At first the issue of a clubs Twitter followers might seem unimportant, flippant even, but as a measure of clubs profile it is actually quite a good gauge. We’re used to seeing attendance used as a measure of underlying support and by extension its revenue generating potential, but there are two issues; firstly the big clubs are held in check the difficulties with expanding capacity in terms of planning constraints, land availability and the ability of transport infrastructure to support development. Twitter however, is, in economic terminology, scalable in that there are virtually no physical limits to how many Twitter followers a club can attract therefore it can reveal the true differentials between clubs profiles. Secondly commercial income been growing in importance to clubs and according to Deloitte overtook match-day revenue for the first time in the 2010/11 season, so what matters more to clubs is not the number of people who physically watch their games, but how many replica kits they can expect to sell and how much sponsors will pay to be associated with the club.
What looking at the number of twitter followers does reveal is a massive inequality. Based on figures gathered on the 5th of August the combined number of followers for the top four clubs: Arsenal, Chelsea, Liverpool and Manchester United, significantly exceeded the total for the rest of the football league – some 14.2 million compared to 8.6 million – and that’s not even including the followers of the foreign language Twitter feeds that some of the bigger clubs possess to engage with their overseas support. Manchester United’s official Spanish language account, for instance, has over 130000 followers which is more than the majority of Championship clubs.
The difference between the elite few and the clubs at the bottom of the football league is correspondingly vast. Arsenal, who sit at the very top of the table, boast 4.2 million followers, only just holding off Chelsea who themselves have 4.1 million followers. At the other end of the scale League Two Morecambe count just 5662 followers, a mere 0.1% of Arsenal’s total. This is indeed a stark divide considering that with average attendances 2013/14’s bottom club Accrington’s average crowd was around 2.1% of top club Manchester United’s.
The raised profile of the Premier League as a whole is demonstrated by the difference in followers between clubs in the two divisions. Among the Premier League clubs the median number of followers is 254500 whilst for the Championship it is a much lower 57550. The clubs in the Championship with the most followers have all had recent spells in the Premier League; newly relegated Fulham, and Norwich, lead the division with 237000 and 208000 followers respectively, while Wigan and Reading, relegated the previous season, also have followers numbering in the six figures. The number of followers for Blackburn and Bolton, however, both relegated at the end of the 2011/12 season, are much closer to the division average suggesting that being away from the spotlight of the top tier for more than a season can cause clubs profiles to shrink dramatically.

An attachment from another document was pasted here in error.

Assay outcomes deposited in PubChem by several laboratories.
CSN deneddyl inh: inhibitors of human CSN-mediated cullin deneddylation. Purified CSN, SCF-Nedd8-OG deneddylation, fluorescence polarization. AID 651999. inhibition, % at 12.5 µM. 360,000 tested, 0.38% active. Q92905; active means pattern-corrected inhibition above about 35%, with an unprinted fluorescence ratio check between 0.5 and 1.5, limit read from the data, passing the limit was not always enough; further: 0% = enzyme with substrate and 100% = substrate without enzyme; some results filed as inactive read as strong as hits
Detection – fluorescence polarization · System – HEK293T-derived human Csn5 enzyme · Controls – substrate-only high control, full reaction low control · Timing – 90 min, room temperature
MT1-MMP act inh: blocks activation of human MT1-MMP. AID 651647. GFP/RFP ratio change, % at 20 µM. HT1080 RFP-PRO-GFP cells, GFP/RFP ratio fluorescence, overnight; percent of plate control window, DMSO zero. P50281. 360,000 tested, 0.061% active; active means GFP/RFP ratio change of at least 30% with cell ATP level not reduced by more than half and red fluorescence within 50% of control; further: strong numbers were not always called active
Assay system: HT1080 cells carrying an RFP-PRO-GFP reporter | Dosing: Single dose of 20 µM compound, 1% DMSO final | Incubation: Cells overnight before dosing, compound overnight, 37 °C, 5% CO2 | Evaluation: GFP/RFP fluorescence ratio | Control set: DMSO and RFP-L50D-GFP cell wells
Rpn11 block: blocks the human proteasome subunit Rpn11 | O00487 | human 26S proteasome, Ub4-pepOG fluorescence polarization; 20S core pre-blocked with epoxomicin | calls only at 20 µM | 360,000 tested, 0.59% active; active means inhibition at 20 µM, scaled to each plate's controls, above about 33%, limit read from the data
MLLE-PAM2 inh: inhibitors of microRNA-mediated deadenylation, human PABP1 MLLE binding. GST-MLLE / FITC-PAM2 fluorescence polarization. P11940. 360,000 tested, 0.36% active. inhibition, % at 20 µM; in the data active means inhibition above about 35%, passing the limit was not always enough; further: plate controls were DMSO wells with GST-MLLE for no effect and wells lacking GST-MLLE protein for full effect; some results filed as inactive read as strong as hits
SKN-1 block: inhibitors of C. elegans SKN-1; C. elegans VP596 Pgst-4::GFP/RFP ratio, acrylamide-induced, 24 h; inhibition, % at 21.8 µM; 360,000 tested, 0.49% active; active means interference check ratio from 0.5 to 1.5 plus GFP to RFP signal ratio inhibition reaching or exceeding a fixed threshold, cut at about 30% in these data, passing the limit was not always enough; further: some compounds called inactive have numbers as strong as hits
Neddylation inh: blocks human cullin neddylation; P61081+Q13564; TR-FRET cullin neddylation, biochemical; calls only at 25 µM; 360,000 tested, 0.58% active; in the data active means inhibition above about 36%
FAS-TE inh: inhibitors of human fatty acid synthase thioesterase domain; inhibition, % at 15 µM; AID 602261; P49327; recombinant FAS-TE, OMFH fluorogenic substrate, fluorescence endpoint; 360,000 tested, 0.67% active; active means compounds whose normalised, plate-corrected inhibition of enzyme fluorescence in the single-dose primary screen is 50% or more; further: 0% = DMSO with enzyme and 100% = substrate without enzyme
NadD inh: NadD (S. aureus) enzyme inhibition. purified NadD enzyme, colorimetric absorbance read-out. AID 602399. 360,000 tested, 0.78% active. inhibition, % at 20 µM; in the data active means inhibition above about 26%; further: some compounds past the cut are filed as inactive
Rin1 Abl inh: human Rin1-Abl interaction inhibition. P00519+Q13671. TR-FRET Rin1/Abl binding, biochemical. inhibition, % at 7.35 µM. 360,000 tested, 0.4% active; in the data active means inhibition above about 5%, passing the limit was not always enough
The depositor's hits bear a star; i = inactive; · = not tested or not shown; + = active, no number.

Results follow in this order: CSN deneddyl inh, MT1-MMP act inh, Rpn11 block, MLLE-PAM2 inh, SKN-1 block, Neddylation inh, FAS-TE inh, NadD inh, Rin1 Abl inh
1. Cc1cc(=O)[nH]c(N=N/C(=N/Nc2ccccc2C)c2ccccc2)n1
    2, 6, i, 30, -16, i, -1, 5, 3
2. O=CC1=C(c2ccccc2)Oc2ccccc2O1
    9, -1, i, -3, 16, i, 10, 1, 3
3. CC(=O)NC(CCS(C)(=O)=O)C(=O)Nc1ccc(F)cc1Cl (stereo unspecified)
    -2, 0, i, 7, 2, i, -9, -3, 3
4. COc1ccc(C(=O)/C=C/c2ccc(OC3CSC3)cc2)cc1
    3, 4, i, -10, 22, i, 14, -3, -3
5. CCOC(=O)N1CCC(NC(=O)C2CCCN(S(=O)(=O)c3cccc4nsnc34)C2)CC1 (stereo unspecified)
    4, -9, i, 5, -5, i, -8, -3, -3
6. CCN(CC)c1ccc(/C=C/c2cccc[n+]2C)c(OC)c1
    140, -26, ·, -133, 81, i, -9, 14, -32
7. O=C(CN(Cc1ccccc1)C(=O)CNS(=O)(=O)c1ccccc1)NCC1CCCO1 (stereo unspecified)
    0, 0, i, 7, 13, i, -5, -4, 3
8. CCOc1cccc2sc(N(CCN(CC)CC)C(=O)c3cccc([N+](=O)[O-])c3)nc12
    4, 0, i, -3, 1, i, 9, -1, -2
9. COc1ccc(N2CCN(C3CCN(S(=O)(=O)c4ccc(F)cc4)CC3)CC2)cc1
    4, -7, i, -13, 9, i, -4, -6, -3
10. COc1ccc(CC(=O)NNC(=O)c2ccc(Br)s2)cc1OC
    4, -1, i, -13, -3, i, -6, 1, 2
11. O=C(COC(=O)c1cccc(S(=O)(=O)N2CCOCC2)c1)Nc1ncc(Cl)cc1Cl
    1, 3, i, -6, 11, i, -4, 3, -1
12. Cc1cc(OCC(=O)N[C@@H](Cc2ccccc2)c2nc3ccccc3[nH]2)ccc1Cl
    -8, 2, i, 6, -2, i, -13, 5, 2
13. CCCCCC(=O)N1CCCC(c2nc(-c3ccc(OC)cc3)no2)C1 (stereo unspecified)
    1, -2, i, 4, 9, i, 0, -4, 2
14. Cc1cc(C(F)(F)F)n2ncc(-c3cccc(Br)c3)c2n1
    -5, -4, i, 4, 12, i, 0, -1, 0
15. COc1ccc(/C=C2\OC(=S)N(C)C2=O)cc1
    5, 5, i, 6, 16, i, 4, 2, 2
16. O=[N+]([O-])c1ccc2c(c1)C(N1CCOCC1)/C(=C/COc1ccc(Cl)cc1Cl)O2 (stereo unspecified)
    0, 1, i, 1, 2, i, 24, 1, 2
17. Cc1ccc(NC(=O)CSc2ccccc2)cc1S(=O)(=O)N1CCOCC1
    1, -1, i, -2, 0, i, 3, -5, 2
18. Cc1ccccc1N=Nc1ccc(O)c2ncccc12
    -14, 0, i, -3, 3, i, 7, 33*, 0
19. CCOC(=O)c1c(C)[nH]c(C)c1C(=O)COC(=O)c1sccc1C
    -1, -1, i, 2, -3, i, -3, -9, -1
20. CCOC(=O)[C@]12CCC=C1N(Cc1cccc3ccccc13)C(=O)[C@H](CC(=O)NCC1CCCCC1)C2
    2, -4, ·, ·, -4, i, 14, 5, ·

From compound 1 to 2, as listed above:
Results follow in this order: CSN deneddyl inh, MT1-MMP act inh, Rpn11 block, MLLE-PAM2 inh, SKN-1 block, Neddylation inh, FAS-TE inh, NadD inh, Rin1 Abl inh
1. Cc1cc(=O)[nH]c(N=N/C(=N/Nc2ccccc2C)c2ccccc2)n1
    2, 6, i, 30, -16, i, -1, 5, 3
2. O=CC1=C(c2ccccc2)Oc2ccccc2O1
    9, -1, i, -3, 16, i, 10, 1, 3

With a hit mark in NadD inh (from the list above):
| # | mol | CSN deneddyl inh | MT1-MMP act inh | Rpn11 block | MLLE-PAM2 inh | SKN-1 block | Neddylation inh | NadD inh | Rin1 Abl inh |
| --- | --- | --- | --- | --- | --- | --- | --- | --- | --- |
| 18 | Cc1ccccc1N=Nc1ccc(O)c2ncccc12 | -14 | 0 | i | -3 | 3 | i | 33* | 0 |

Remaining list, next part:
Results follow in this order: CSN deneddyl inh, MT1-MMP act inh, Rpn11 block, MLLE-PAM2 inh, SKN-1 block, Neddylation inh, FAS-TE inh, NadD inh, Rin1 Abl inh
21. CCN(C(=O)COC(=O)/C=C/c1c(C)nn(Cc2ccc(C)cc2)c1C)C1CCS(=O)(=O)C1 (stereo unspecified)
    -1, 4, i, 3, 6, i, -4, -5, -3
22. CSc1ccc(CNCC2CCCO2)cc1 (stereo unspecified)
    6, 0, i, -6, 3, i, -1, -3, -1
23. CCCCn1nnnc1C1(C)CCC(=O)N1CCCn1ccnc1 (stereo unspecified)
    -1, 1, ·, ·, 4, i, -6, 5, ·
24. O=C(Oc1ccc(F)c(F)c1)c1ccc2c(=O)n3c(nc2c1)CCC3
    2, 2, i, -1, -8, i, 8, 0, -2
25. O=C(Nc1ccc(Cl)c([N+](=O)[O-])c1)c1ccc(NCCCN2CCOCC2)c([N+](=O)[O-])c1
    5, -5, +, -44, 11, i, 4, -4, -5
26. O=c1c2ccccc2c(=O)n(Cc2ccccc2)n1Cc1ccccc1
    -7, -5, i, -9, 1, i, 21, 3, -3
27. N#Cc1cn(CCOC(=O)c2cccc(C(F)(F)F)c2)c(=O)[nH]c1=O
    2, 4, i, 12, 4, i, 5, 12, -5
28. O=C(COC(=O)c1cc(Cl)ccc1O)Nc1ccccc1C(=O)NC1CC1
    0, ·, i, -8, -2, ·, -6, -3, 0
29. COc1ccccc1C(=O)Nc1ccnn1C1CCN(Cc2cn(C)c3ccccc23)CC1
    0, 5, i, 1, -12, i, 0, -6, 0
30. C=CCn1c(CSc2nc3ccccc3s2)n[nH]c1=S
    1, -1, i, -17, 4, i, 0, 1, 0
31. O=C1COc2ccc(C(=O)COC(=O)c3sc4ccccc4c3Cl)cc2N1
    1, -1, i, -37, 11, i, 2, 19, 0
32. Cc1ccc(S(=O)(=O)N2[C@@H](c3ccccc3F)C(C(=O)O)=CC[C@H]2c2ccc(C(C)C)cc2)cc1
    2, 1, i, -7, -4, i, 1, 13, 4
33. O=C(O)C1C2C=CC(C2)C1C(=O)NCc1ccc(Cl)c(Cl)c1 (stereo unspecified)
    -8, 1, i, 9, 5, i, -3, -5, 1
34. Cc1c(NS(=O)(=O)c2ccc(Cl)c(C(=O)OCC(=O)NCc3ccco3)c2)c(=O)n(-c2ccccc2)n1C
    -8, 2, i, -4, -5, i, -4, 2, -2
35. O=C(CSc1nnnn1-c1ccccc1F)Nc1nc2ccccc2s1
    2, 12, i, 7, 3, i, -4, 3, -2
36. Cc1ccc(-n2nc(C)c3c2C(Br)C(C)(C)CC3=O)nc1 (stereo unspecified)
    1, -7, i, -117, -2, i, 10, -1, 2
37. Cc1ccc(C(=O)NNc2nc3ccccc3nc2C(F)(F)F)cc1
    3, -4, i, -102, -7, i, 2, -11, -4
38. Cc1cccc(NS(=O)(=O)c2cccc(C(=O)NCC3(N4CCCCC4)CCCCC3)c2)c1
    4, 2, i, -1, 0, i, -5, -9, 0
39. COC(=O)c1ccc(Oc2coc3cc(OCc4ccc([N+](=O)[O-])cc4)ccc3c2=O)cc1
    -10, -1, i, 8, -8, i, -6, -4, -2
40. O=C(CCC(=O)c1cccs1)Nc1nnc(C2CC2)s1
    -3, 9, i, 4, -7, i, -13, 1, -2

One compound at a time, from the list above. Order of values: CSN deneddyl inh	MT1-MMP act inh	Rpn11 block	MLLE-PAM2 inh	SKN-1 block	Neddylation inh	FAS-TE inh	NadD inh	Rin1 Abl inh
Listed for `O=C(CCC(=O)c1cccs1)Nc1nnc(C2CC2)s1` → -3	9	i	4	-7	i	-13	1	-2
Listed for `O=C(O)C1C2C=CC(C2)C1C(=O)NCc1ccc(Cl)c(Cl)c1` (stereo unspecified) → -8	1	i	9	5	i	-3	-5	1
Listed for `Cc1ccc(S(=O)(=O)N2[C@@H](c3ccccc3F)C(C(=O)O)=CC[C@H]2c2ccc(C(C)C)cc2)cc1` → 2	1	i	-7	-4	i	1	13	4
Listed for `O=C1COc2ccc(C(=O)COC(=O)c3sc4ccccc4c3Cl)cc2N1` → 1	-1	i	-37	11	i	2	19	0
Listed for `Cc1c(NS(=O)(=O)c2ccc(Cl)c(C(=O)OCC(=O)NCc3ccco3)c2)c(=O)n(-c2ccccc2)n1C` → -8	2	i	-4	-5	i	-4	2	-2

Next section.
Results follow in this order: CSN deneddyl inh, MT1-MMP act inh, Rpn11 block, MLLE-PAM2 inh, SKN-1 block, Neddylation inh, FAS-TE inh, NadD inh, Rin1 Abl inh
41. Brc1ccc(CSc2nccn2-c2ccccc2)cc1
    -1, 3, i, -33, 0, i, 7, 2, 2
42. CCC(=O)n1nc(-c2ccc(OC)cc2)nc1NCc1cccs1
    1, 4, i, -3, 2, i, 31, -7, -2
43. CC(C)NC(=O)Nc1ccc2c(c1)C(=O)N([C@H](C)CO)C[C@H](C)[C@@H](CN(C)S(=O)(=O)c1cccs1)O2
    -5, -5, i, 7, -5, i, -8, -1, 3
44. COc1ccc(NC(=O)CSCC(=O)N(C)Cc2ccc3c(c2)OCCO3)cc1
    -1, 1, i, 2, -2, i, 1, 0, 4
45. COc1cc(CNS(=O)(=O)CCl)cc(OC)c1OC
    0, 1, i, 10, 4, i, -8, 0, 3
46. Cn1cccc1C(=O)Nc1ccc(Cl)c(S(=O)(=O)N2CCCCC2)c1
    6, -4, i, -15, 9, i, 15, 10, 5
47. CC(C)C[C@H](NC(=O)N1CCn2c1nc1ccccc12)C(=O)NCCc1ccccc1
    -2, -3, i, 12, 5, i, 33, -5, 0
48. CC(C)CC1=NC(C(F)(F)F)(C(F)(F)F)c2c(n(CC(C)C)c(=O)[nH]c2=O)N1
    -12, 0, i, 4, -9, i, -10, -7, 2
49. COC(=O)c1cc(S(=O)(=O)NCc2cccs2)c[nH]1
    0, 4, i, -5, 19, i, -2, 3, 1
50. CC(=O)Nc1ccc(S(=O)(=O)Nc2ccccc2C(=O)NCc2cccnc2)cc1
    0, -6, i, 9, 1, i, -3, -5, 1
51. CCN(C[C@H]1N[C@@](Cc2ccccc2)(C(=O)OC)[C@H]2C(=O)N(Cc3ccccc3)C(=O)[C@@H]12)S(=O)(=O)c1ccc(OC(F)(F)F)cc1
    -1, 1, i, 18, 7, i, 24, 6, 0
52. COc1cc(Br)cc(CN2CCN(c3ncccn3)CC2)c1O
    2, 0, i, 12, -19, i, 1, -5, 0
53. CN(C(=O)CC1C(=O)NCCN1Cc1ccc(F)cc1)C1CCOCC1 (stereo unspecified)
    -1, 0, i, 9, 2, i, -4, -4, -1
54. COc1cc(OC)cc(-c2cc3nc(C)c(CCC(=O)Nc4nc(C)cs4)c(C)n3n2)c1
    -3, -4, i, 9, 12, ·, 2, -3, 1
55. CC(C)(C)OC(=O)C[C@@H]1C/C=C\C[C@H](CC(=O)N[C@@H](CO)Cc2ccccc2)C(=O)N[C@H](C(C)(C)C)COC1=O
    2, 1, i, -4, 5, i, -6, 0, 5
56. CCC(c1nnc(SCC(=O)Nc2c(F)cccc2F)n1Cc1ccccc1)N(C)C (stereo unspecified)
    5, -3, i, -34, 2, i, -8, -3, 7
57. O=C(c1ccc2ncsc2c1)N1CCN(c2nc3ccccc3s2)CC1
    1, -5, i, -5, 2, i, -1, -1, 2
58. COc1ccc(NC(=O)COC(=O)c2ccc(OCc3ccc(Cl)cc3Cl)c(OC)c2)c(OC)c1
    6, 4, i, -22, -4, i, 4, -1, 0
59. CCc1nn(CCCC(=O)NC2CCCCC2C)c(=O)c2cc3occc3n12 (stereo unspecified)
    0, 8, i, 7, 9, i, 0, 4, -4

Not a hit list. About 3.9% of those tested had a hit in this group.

The numbers for League 1 and League 2 are even lower with the median number of followers per club being 19650 and 17250 respectively. Despite this clubs outside the Premier league have proved among the most enthusiastic adopters. Only three of the top 10 Tweeters, in terms of the total number of Tweets made since their accounts were started, are current Premier League clubs. It is a Championship club, Charlton Athletic, who lead the field having managed 59600 tweets. Also in the top five are fellow championship side Huddersfield and League One sides Notts County and Scunthorpe, each making over 50000 tweets: incidentally Manchester United on just over 7300 tweets are 6th from bottom. No doubt, these clubs have like many others from Premier League to grass-roots level found that Twitter is a valuable tool in engaging with supporters and enhancing their profile. Hidden in those numbers though is a story of deep inequality which will be unsettling to many.
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